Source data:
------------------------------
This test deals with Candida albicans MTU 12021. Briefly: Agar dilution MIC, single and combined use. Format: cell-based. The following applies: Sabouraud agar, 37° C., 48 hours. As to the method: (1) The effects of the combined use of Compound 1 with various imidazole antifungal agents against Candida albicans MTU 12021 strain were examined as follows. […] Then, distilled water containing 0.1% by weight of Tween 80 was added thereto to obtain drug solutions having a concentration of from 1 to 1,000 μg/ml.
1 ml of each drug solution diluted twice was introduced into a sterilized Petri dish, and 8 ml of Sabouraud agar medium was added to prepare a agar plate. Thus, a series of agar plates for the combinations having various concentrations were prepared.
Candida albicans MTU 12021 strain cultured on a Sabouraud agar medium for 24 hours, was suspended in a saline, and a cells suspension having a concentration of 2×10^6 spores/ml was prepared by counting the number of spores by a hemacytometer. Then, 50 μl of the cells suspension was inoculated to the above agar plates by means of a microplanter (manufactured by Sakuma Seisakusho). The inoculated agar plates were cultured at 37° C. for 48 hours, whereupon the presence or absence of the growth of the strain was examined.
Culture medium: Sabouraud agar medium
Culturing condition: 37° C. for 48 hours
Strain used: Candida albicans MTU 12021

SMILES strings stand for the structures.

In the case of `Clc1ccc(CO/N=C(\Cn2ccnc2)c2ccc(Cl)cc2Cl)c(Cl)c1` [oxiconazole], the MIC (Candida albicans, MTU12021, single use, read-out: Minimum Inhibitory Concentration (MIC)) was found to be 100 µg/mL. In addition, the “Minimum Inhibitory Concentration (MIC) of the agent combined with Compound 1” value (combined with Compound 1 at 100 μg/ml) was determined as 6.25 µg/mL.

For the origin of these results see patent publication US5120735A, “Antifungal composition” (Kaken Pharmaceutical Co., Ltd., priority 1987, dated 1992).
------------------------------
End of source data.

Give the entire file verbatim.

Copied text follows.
This test deals with Candida albicans MTU 12021. Briefly: Agar dilution MIC, single and combined use. Format: cell-based. The following applies: Sabouraud agar, 37° C., 48 hours. As to the method: (1) The effects of the combined use of Compound 1 with various imidazole antifungal agents against Candida albicans MTU 12021 strain were examined as follows. […] Then, distilled water containing 0.1% by weight of Tween 80 was added thereto to obtain drug solutions having a concentration of from 1 to 1,000 μg/ml.
1 ml of each drug solution diluted twice was introduced into a sterilized Petri dish, and 8 ml of Sabouraud agar medium was added to prepare a agar plate. Thus, a series of agar plates for the combinations having various concentrations were prepared.
Candida albicans MTU 12021 strain cultured on a Sabouraud agar medium for 24 hours, was suspended in a saline, and a cells suspension having a concentration of 2×10^6 spores/ml was prepared by counting the number of spores by a hemacytometer. Then, 50 μl of the cells suspension was inoculated to the above agar plates by means of a microplanter (manufactured by Sakuma Seisakusho). The inoculated agar plates were cultured at 37° C. for 48 hours, whereupon the presence or absence of the growth of the strain was examined.
Culture medium: Sabouraud agar medium
Culturing condition: 37° C. for 48 hours
Strain used: Candida albicans MTU 12021

SMILES strings stand for the structures.

In the case of `Clc1ccc(CO/N=C(\Cn2ccnc2)c2ccc(Cl)cc2Cl)c(Cl)c1` [oxiconazole], the MIC (Candida albicans, MTU12021, single use, read-out: Minimum Inhibitory Concentration (MIC)) was found to be 100 µg/mL. In addition, the “Minimum Inhibitory Concentration (MIC) of the agent combined with Compound 1” value (combined with Compound 1 at 100 μg/ml) was determined as 6.25 µg/mL.

For the origin of these results see patent publication US5120735A, “Antifungal composition” (Kaken Pharmaceutical Co., Ltd., priority 1987, dated 1992).